BROOKINGS, S.D. (Dakota News Now Sports) - We've seen some pretty incredible basketball during the years the tournament has been in Sioux Falls, with at least one South Dakota team advancing to the Big Dance every year.
The team that has done it most often is the South Dakota State women, who made it to the Sweet 16 last year. But they lost a lot to graduation and were in trouble early in the season when Myah Selland was lost to injury. But that meant an opportunity for others to step up, and that's exactly what Senior Megan Bultsma has done.
After scoring nearly 1,300 hundred points at Mount Vernon Plankinton, Megan Bultsma was in a class by herself.
Upon arriving at South Dakota State in 2016, she quickly got an education in Division I college basketball.
"It definitely was a shock coming from a smaller school, definitely outsizing everyone I played pretty much. That was a very different experience," Megan says.
For the better part of the next three years, Megan saw limited playing time. Though it wasn't the career she had expected, the experience Megan was having wasn't worth trading in on a transfer.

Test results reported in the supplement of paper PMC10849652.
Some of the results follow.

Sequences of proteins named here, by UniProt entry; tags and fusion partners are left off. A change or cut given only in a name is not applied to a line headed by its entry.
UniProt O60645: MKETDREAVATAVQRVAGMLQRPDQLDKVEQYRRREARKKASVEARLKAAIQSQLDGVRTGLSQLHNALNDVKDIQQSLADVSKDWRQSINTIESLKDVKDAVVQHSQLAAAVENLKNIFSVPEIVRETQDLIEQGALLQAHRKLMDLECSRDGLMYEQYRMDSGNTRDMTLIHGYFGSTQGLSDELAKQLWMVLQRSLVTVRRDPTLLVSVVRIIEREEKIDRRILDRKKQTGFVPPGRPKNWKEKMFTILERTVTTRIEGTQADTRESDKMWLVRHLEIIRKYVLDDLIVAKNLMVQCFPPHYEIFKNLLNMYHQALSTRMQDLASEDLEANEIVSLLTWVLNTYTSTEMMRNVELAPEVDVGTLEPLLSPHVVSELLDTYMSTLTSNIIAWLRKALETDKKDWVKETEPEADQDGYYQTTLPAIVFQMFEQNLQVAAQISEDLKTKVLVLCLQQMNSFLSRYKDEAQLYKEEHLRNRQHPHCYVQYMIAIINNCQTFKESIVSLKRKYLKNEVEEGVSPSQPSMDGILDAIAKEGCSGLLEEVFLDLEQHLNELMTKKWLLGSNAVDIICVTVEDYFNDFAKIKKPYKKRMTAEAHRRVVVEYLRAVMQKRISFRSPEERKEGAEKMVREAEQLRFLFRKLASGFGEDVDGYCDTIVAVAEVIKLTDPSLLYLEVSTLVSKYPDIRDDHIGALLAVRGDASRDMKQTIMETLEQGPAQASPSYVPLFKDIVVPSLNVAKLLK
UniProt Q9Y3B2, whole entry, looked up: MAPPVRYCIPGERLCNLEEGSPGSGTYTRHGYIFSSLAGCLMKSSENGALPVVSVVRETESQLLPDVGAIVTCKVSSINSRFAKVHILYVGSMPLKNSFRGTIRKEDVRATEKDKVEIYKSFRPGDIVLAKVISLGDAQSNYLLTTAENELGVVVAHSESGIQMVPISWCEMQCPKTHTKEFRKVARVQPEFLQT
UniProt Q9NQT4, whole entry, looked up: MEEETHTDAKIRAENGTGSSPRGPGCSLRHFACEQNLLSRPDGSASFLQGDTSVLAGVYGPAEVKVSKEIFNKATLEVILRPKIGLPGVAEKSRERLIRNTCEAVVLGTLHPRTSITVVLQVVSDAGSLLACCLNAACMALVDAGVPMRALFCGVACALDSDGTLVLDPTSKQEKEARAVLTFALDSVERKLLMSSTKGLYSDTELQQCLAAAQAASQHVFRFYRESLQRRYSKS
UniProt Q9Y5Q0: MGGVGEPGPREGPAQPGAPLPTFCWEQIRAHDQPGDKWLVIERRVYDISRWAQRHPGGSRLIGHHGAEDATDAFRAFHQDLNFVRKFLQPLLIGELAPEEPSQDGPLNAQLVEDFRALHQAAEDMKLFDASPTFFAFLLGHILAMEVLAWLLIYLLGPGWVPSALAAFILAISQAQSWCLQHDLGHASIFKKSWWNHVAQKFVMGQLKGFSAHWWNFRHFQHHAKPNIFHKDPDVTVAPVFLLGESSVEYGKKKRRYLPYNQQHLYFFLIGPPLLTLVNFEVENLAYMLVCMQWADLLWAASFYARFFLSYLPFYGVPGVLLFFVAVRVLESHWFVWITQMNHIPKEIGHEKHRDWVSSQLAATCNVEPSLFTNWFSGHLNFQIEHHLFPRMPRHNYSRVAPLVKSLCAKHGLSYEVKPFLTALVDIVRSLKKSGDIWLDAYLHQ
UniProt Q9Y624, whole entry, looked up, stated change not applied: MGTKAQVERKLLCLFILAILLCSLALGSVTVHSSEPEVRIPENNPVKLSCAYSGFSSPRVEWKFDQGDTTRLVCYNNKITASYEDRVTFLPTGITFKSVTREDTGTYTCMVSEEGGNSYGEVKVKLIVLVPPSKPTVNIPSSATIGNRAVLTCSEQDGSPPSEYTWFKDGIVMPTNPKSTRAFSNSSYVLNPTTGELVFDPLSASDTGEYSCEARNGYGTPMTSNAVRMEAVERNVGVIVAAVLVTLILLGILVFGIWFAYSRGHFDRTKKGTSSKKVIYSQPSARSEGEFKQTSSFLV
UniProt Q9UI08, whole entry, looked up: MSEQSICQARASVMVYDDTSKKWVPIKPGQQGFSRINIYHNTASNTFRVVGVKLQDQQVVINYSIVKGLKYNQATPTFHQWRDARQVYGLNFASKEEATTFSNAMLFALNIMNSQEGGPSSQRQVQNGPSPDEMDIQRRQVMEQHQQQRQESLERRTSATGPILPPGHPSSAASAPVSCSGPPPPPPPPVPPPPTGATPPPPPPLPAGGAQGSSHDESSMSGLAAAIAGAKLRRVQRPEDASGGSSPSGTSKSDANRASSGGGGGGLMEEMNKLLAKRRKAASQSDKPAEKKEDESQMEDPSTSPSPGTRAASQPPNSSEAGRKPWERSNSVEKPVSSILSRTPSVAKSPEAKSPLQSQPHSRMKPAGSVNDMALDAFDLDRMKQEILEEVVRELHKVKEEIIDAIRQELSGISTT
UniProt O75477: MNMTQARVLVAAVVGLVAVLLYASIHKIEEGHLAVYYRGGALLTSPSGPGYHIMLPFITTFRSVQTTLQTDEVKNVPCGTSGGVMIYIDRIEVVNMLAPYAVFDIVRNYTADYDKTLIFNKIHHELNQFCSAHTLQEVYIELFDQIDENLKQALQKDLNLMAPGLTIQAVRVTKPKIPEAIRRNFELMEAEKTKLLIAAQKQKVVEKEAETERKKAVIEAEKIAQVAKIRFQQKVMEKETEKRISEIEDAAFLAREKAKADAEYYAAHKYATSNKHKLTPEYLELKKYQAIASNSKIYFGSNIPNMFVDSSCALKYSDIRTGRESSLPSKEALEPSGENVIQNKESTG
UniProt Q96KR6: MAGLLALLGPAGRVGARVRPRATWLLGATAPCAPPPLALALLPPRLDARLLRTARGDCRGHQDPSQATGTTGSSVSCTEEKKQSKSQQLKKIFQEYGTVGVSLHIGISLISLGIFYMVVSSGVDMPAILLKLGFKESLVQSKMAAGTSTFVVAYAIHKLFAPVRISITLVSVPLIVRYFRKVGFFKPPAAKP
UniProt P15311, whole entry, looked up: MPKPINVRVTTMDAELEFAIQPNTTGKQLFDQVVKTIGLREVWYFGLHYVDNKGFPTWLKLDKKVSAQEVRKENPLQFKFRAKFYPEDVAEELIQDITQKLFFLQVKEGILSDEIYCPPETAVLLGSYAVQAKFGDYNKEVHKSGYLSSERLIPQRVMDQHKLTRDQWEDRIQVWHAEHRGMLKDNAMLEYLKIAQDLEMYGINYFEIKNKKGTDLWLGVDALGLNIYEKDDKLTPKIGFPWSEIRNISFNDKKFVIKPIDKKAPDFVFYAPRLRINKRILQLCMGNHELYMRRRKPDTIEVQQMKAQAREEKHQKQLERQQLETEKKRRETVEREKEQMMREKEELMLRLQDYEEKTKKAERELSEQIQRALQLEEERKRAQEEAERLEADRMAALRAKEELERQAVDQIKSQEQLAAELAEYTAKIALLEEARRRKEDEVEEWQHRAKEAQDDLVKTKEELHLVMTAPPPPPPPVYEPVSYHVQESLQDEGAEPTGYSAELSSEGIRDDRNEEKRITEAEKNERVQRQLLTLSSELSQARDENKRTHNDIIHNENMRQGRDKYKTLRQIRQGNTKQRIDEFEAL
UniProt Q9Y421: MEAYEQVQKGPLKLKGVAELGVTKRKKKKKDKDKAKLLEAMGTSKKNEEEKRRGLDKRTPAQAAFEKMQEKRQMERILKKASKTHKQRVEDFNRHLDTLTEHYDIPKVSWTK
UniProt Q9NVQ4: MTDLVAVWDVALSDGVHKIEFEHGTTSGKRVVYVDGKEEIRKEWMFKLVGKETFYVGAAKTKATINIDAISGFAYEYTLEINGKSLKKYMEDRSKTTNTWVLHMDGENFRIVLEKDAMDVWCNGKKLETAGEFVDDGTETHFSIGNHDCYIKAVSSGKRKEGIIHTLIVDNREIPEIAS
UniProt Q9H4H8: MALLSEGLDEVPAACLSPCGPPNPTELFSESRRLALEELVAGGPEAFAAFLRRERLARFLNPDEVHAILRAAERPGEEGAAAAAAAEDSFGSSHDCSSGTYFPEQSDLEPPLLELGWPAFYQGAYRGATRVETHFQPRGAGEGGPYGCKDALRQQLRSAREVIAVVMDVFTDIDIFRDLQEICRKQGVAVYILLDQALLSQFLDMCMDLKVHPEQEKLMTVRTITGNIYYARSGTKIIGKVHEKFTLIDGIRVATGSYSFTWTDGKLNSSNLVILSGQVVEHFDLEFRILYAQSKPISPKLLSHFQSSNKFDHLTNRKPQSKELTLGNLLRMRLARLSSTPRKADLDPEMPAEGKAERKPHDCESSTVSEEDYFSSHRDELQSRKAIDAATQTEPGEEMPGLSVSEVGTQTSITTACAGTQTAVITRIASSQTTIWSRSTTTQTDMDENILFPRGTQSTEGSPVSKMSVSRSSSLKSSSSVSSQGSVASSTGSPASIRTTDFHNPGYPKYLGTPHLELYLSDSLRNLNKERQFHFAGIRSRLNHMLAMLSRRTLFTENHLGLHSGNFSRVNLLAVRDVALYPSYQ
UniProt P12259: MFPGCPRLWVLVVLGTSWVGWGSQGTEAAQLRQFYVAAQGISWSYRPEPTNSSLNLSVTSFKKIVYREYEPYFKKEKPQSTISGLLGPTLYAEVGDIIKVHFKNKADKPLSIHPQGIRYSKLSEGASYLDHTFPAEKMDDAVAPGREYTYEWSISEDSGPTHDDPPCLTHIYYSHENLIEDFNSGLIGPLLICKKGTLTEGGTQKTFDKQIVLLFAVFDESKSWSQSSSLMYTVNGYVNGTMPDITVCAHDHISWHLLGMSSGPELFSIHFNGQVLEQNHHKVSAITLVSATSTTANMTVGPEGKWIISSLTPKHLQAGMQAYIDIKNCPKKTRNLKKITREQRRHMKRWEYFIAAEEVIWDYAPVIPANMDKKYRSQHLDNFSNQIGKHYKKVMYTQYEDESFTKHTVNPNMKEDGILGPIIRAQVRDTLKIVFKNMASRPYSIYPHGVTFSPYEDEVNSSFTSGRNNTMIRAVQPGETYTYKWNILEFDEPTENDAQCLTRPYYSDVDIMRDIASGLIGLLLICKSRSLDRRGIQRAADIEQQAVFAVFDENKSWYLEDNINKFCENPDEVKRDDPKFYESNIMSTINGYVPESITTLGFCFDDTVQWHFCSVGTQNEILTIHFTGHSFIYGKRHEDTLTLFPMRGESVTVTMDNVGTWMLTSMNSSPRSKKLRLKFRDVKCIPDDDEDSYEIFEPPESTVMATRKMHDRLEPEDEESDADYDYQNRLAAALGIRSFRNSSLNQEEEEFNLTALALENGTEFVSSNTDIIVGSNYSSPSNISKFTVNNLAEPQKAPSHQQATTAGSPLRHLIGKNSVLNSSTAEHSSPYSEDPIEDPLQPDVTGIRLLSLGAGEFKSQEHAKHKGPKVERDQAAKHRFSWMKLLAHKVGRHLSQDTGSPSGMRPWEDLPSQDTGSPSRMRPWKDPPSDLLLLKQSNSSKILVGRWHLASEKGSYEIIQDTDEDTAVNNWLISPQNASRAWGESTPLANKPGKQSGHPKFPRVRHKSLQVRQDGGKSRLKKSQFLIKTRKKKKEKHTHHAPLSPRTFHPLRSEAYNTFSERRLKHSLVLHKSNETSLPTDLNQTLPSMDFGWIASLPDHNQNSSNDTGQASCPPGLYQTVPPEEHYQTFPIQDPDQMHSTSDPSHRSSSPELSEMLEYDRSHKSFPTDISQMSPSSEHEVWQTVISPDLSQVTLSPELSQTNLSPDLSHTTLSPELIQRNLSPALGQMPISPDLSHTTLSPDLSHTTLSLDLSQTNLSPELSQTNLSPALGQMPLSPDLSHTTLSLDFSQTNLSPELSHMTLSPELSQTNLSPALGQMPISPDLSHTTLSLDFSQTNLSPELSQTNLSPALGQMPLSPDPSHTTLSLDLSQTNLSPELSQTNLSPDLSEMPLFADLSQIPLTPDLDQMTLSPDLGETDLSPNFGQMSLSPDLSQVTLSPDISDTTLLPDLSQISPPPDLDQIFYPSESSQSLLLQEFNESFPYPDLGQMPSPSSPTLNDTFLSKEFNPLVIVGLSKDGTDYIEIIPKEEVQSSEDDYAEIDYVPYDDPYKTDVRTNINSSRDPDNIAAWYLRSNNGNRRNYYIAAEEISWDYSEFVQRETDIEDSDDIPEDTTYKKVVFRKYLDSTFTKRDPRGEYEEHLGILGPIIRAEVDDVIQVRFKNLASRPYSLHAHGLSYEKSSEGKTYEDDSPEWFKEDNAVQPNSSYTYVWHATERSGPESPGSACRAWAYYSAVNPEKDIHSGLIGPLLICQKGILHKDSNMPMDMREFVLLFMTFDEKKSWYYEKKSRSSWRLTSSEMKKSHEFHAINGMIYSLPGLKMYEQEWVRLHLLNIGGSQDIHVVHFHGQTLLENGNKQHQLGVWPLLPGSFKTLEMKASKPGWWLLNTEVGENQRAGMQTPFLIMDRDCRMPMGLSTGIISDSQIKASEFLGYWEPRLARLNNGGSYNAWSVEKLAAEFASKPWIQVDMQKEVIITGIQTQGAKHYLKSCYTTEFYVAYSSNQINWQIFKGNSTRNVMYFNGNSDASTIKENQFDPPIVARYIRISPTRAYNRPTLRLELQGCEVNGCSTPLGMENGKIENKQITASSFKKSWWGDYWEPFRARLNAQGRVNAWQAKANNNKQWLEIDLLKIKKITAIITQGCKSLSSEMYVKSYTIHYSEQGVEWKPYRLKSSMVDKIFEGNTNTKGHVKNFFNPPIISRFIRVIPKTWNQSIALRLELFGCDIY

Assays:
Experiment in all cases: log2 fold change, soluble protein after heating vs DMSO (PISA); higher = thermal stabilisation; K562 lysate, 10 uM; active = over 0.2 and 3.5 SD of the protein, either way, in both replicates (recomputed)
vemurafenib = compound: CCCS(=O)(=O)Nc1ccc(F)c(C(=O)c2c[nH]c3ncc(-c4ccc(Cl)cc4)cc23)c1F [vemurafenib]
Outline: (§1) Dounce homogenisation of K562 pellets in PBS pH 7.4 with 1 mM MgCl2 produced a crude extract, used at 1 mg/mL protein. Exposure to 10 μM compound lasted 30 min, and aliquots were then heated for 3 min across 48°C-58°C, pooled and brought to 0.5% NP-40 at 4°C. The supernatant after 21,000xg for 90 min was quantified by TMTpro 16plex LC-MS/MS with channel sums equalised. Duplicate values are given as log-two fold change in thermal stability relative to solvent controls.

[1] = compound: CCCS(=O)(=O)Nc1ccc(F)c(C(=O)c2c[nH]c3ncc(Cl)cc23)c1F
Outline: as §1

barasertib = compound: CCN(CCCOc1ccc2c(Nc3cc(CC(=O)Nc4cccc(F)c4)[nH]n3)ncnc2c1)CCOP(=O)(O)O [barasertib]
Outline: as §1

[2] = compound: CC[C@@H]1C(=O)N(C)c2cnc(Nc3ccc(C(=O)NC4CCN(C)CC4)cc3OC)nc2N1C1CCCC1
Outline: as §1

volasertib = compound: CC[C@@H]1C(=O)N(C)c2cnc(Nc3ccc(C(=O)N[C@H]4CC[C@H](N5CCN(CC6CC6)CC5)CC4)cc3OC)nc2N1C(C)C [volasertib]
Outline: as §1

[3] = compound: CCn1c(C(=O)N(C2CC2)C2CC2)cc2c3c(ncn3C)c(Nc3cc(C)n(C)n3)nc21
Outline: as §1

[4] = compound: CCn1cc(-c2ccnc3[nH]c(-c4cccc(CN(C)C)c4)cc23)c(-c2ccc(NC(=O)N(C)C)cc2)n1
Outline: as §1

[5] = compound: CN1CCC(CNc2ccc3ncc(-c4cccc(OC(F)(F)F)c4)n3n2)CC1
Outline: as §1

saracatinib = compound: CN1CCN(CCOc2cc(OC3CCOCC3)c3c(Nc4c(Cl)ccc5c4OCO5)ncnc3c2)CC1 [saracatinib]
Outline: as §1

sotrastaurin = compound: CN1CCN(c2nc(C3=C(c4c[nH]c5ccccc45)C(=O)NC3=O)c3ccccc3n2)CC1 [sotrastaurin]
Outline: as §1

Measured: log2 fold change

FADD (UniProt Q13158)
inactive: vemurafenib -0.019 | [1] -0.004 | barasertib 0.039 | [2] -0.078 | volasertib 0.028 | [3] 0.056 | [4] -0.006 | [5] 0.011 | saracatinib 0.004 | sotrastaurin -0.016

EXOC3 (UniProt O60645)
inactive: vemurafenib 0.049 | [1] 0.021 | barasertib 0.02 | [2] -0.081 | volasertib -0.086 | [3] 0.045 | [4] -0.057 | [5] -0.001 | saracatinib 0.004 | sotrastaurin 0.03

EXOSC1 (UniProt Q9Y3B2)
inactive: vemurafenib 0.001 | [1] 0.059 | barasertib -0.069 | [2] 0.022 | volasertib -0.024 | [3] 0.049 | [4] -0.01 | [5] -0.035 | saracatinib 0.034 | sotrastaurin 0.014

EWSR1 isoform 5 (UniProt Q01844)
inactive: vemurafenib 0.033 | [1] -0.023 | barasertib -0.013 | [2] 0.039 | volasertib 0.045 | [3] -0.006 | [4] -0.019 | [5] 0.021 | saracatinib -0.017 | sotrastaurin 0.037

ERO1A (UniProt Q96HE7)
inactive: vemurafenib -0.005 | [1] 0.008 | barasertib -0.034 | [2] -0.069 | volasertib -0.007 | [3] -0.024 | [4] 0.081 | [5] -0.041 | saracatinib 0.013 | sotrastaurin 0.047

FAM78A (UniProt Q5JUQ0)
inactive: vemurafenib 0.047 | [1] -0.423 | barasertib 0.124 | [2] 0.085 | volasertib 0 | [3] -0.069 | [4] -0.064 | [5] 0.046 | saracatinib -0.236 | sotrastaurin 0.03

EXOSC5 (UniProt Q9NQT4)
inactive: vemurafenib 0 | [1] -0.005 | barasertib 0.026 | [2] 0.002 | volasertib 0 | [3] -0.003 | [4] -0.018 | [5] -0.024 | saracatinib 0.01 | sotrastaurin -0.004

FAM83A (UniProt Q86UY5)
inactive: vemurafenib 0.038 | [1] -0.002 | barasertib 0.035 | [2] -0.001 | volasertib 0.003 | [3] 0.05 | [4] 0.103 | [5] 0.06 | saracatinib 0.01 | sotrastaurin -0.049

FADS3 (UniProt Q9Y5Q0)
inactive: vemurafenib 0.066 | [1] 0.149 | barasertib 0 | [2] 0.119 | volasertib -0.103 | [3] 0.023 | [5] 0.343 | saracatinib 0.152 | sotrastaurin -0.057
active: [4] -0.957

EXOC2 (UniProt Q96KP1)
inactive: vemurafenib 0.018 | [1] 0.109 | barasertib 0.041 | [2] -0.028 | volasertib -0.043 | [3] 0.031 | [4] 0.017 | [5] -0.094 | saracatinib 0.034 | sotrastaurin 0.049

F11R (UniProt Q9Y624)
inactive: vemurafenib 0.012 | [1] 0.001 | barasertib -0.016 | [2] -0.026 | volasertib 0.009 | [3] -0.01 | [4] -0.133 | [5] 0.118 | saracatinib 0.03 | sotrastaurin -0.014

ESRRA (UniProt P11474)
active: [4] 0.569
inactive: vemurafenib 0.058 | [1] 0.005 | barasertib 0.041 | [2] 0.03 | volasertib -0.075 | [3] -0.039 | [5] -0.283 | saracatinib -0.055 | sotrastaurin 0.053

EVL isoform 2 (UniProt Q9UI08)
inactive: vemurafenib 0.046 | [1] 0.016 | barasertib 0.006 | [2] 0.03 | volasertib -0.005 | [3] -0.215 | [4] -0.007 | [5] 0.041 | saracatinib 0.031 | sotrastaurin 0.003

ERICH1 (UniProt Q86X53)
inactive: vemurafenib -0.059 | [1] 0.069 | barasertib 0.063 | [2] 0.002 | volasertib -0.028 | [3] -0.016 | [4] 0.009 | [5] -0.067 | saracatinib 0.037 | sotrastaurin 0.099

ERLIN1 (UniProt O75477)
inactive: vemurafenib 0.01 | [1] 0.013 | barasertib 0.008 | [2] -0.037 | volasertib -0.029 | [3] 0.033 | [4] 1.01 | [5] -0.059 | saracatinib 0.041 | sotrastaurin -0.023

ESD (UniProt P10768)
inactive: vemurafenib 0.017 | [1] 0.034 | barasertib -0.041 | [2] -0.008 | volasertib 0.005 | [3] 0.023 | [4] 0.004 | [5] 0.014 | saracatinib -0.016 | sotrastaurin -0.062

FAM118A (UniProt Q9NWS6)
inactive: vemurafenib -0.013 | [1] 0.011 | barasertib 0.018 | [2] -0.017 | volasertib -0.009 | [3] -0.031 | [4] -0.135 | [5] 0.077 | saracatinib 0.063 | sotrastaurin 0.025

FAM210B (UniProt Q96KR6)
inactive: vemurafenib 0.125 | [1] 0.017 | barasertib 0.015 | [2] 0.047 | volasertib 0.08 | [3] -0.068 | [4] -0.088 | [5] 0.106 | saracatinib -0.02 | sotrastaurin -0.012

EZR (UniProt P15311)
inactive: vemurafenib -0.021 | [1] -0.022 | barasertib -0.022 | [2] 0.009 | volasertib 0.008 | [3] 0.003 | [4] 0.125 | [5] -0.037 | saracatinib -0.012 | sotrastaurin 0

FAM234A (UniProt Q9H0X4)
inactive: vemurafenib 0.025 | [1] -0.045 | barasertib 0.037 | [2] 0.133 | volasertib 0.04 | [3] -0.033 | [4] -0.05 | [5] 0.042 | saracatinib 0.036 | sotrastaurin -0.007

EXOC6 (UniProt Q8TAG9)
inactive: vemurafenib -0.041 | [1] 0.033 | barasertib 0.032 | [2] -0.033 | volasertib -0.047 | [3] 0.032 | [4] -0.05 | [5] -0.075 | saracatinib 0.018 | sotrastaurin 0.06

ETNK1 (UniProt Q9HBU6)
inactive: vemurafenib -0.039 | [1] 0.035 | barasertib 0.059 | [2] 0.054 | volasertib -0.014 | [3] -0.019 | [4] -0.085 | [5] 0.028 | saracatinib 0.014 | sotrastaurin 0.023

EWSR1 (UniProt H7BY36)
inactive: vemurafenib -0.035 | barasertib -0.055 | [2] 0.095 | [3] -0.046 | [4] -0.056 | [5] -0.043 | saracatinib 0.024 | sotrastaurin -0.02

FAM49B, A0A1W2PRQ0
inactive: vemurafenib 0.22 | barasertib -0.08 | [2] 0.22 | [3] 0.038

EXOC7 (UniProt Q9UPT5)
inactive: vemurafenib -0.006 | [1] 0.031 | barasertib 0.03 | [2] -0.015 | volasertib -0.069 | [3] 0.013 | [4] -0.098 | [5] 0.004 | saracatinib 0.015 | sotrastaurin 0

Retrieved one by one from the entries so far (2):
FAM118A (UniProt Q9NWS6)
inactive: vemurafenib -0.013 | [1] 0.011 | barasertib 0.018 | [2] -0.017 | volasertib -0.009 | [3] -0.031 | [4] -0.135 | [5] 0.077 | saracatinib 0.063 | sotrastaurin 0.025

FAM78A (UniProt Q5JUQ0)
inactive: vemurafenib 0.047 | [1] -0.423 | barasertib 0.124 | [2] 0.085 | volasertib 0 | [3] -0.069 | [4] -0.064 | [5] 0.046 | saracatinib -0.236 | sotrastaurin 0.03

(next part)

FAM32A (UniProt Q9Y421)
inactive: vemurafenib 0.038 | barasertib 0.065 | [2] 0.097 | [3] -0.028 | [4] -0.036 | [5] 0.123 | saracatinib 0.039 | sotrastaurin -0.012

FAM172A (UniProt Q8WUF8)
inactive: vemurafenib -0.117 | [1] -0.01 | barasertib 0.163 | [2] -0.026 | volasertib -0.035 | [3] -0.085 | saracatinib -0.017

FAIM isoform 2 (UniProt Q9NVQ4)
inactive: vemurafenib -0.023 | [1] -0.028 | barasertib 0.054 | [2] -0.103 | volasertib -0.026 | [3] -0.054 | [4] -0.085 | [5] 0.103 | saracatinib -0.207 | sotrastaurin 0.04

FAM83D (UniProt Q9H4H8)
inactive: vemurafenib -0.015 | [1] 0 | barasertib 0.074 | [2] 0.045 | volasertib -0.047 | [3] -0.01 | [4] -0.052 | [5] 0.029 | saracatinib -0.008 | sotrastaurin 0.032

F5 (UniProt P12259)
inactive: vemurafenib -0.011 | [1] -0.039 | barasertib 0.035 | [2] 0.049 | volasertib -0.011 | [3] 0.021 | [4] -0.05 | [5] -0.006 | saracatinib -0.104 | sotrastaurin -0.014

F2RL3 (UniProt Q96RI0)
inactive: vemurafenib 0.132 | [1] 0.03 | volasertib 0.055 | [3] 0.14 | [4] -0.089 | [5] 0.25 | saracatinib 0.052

"I think the atmosphere here, it's always been like a family kind of thing, so it's something that I've never wanted to leave. When I wasn't playing it was always then I was focusing on helping to make us better in general. Coming into practice to make those people who do play better," Megan says.
And staying ready if her number was called.
"Developing the skills I needed, changing some of my post moves, like tweaking little things here and there is mainly what helped me get over it. And then a lot of extra conditioning, lifting, getting in shape type of things," Megan says.
Which it would be in her final season following an injury to Myah Selland. And Bultsma was ready, scoring nearly 11 points per game during Summit League play.
"It's great to see people grow into their role and have great success. Megan's case is a little more unique and special because she worked so hard as a freshman, sophomore and junior to finally get to this point. A lot of players don't want to do that. A lot of players want instant gratification, instant feedback, and they're not willing to stay with something as long as Megan did," SDSU Head Coach Aaron Johnston says.
And ending her career on a high note.
"This has been an amazing experience for me, overall, but this year has been the topper on the cake," Megan says.